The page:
So, I could pick up a calculus text book, flip to page 300, and be able to pick it up just by reading it 80 times over? Once you understand how calculus works, maybe - but only after you understand how it works. And you do that by reading the textbook's tutorials and examples.
Exactly, we said (or at least, me and wiredbomb) that you don't need tutorials. That one "Drag and Drop to GML) isn't exactly a tutorial, I worded that wrong. It just shows what the drag and drop equivilents are in GML. But more important is to just get hands-on experience.
I make it sound easy, but only because it is pretty easy. Like I said, I was in the same boat as you, but now I'm learning and almost have a grip on GML.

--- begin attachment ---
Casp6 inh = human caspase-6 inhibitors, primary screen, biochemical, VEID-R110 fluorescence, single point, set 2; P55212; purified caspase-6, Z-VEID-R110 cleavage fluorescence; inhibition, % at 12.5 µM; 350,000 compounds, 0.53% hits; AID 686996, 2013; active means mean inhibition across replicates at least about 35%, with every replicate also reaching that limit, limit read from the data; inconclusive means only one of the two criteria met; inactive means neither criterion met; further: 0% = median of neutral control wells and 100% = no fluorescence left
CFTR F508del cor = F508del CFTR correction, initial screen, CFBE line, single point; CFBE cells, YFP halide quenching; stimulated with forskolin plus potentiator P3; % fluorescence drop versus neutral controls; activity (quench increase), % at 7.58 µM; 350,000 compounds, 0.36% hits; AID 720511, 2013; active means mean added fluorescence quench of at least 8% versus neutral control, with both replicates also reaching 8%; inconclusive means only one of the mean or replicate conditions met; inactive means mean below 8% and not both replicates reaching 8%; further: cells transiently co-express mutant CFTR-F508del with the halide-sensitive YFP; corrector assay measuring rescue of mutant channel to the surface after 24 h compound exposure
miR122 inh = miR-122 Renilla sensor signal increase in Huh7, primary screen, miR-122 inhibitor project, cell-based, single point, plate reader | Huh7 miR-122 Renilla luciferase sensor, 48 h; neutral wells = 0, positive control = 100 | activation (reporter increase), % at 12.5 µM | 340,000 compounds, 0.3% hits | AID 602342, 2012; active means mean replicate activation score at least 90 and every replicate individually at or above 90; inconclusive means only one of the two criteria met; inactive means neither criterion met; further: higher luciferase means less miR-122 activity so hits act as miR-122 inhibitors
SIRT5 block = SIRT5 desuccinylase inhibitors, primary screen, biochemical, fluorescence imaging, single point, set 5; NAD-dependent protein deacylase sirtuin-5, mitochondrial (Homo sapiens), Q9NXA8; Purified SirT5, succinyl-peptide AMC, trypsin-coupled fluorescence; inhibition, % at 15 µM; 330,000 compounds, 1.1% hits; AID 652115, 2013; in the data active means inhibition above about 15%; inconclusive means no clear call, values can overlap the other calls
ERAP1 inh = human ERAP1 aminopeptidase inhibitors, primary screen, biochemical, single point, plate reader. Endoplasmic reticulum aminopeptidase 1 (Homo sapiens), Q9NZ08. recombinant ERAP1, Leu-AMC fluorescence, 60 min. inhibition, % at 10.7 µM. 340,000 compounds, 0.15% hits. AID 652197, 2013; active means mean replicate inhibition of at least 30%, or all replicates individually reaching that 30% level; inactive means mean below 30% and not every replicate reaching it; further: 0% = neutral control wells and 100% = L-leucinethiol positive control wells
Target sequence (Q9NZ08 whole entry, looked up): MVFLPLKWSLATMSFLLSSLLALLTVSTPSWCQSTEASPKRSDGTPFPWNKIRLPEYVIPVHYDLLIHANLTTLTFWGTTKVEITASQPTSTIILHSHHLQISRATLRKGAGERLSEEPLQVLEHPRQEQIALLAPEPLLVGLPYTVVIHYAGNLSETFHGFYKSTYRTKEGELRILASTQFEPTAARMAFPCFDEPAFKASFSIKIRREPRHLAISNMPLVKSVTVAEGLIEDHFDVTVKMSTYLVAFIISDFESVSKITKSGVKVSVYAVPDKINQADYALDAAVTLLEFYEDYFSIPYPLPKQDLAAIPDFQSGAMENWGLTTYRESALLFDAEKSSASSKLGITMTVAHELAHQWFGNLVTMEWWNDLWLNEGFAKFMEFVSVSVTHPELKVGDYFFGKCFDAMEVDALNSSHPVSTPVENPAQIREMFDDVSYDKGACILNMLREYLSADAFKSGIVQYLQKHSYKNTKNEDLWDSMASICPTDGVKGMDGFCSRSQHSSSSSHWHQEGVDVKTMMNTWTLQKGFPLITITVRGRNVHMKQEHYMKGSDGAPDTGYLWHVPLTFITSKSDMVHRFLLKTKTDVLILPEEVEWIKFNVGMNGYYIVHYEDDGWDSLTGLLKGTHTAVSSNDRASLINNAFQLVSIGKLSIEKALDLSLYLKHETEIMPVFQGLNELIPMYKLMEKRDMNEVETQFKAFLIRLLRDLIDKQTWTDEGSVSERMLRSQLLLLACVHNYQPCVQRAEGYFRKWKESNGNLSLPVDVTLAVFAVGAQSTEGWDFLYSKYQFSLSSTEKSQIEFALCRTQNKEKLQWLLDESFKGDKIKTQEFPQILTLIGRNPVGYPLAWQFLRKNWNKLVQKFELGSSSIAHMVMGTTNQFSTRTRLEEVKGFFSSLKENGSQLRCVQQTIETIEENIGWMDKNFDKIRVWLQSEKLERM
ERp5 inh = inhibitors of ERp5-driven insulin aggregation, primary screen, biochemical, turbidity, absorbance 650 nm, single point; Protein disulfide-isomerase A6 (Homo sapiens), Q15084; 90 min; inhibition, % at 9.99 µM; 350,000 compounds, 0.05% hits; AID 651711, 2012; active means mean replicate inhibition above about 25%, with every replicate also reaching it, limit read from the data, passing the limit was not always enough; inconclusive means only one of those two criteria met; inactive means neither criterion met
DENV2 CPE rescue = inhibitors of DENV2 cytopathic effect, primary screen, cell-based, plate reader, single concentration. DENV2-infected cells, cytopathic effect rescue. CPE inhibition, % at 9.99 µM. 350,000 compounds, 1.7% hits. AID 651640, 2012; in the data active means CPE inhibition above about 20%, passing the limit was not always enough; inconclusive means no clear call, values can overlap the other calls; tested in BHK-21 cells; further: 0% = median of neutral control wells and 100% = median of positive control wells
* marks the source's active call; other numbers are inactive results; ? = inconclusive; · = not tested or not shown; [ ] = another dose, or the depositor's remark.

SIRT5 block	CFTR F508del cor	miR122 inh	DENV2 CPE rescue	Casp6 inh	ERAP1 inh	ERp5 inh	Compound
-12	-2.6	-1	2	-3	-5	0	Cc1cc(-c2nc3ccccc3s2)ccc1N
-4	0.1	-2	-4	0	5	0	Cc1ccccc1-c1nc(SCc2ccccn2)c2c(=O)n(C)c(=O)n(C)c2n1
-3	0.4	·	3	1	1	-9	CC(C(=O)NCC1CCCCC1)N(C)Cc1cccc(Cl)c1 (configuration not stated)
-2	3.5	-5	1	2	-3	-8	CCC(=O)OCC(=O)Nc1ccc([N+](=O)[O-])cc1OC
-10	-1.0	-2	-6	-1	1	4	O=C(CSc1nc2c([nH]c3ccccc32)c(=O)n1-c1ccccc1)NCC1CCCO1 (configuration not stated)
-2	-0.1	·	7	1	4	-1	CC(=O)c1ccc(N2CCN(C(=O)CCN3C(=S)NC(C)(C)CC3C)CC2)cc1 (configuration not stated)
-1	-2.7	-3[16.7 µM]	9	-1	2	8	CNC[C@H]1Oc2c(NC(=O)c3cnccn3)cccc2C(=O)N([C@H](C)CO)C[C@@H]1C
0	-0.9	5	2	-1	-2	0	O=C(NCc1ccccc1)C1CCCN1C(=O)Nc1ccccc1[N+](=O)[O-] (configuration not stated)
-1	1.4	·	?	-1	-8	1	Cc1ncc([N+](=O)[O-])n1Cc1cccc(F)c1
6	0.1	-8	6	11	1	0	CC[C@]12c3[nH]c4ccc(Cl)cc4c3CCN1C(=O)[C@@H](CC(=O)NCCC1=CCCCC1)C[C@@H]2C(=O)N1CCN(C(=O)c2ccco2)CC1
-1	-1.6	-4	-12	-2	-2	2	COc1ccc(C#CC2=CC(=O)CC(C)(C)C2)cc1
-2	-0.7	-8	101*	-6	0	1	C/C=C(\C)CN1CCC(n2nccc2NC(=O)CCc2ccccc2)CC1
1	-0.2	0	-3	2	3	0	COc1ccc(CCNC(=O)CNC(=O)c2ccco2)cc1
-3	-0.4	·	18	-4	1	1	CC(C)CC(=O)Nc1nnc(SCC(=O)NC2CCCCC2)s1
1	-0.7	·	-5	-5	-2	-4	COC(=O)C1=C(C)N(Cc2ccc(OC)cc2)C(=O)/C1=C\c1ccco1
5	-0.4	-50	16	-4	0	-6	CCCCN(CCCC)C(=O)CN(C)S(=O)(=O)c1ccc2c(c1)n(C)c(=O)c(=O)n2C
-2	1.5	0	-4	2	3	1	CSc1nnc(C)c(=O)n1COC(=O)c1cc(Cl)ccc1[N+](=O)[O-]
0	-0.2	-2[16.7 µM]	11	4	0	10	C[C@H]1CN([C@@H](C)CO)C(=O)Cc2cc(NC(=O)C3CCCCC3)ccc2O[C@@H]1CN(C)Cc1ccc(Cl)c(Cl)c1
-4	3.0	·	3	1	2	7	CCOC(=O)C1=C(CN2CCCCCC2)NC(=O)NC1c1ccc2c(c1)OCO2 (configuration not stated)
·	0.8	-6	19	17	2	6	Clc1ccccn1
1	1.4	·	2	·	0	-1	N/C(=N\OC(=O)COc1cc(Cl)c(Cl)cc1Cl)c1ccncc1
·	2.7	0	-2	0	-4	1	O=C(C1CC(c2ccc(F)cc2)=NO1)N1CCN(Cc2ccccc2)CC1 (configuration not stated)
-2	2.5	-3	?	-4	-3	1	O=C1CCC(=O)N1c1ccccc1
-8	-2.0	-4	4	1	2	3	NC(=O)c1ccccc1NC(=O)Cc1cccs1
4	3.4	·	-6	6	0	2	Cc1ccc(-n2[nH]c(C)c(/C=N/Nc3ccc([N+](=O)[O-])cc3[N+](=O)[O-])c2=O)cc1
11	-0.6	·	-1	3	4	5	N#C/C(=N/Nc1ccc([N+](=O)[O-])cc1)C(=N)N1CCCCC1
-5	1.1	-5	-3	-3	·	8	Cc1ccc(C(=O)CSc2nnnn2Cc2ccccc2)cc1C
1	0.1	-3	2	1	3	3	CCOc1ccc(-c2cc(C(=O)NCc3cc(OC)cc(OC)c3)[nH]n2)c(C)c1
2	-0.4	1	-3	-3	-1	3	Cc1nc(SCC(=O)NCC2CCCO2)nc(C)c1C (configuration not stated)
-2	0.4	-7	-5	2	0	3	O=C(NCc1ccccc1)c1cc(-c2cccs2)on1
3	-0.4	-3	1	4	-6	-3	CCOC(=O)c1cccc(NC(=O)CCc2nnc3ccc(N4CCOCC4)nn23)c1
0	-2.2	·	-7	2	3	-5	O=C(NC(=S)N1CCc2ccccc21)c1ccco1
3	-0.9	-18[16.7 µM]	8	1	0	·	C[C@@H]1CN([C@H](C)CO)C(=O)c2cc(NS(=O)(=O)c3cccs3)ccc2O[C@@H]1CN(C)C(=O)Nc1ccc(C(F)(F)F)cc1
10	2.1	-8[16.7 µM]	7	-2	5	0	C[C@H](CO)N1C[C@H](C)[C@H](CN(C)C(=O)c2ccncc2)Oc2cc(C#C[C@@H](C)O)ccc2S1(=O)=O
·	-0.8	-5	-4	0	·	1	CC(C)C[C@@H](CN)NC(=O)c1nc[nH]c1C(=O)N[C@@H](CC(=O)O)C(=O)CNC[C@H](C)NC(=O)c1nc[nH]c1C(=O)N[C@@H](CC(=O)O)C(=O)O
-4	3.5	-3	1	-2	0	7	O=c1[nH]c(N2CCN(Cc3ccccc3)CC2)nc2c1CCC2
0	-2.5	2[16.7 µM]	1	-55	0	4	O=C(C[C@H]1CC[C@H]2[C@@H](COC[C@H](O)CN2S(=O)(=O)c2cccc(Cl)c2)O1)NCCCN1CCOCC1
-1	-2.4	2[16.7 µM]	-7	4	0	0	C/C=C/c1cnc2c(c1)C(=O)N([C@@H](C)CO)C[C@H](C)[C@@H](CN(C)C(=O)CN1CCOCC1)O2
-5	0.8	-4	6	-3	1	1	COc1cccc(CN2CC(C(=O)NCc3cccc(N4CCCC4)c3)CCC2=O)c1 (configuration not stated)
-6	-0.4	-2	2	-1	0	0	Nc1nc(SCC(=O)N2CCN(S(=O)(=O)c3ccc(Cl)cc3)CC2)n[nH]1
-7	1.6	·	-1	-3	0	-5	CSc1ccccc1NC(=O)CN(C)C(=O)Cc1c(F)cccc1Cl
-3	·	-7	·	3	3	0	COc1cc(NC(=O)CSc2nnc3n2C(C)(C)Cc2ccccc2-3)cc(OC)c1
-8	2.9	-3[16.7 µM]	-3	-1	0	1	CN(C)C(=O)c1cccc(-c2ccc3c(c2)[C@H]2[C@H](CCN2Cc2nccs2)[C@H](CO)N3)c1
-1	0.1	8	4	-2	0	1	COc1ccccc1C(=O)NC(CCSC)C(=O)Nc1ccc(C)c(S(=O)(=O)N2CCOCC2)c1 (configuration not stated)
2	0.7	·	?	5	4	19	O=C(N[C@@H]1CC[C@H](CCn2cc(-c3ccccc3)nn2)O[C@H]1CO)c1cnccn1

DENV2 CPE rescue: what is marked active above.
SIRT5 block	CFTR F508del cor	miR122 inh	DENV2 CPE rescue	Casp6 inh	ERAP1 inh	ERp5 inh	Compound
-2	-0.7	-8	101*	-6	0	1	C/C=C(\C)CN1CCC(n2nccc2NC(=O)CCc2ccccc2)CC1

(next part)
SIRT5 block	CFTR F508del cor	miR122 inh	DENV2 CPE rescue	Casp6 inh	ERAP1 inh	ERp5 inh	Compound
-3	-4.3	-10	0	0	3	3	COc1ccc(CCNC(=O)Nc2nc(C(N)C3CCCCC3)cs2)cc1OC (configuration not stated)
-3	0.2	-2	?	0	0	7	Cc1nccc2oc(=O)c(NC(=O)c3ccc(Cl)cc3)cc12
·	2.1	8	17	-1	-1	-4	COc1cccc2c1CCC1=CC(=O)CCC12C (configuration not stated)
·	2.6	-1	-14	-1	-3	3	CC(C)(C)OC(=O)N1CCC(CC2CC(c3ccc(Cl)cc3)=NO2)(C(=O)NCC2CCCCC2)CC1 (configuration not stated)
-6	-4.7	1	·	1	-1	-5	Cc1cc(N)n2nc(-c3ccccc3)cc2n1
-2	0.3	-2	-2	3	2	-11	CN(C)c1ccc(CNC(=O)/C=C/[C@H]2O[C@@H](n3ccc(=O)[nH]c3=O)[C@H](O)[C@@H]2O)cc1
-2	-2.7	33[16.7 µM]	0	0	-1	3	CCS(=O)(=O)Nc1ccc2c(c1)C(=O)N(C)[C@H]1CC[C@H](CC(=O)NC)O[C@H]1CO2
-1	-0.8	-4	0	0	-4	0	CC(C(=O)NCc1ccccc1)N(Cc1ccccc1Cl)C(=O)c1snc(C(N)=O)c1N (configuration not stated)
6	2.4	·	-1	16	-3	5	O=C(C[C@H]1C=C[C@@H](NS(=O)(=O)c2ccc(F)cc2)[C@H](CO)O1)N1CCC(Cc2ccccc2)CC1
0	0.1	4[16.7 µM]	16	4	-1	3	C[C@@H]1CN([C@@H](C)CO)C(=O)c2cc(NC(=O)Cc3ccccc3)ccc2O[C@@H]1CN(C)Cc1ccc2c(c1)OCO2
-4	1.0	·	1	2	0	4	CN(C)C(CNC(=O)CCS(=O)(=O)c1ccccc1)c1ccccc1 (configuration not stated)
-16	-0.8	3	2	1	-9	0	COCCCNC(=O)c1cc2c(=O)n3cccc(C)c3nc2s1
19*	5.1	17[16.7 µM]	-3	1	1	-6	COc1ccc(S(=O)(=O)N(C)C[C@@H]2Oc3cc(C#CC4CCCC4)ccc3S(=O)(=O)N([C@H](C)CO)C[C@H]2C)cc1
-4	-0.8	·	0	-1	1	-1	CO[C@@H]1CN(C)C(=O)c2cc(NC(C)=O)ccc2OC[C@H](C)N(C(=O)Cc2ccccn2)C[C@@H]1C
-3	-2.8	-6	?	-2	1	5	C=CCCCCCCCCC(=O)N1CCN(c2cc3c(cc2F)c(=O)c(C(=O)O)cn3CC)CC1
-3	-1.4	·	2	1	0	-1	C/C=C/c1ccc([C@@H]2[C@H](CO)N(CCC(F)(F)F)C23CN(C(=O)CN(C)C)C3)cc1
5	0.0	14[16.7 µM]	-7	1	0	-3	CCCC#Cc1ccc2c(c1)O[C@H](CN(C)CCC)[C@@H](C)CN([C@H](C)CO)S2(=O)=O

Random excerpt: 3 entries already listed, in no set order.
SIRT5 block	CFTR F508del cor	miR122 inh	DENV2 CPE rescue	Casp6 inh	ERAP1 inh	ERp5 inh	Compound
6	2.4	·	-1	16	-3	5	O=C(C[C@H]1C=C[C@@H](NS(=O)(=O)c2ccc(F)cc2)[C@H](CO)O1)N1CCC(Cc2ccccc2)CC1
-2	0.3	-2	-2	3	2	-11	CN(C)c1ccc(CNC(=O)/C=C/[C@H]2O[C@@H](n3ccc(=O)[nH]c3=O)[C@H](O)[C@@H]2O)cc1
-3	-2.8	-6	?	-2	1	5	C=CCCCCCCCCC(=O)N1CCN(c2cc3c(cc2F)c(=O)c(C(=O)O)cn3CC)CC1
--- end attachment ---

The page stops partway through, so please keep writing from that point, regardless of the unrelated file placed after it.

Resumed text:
That's not what I said, I never mentioned calculus in the first place, which is very different from GML. The thing is, you don't have to 'study' the drag and drop icons, you just get pretty used to using them over time. Transfering your knowledge of drag and drop to GML can be done by using the GM help files and the Drag and Drop to GML list I mentioned. I mean, tutorials help greatly, but in the end you can't just learn by doing a bunch of tutorials; sooner or later you just have to start attemping GML on your own by just, well, going to the "add code" action and putting code.
I mean, when people first invented GML or calculus or whatever, they obvious didn't use tutorials since they were creating it, so obvious tutorials aren't manditory, although they can really help at times.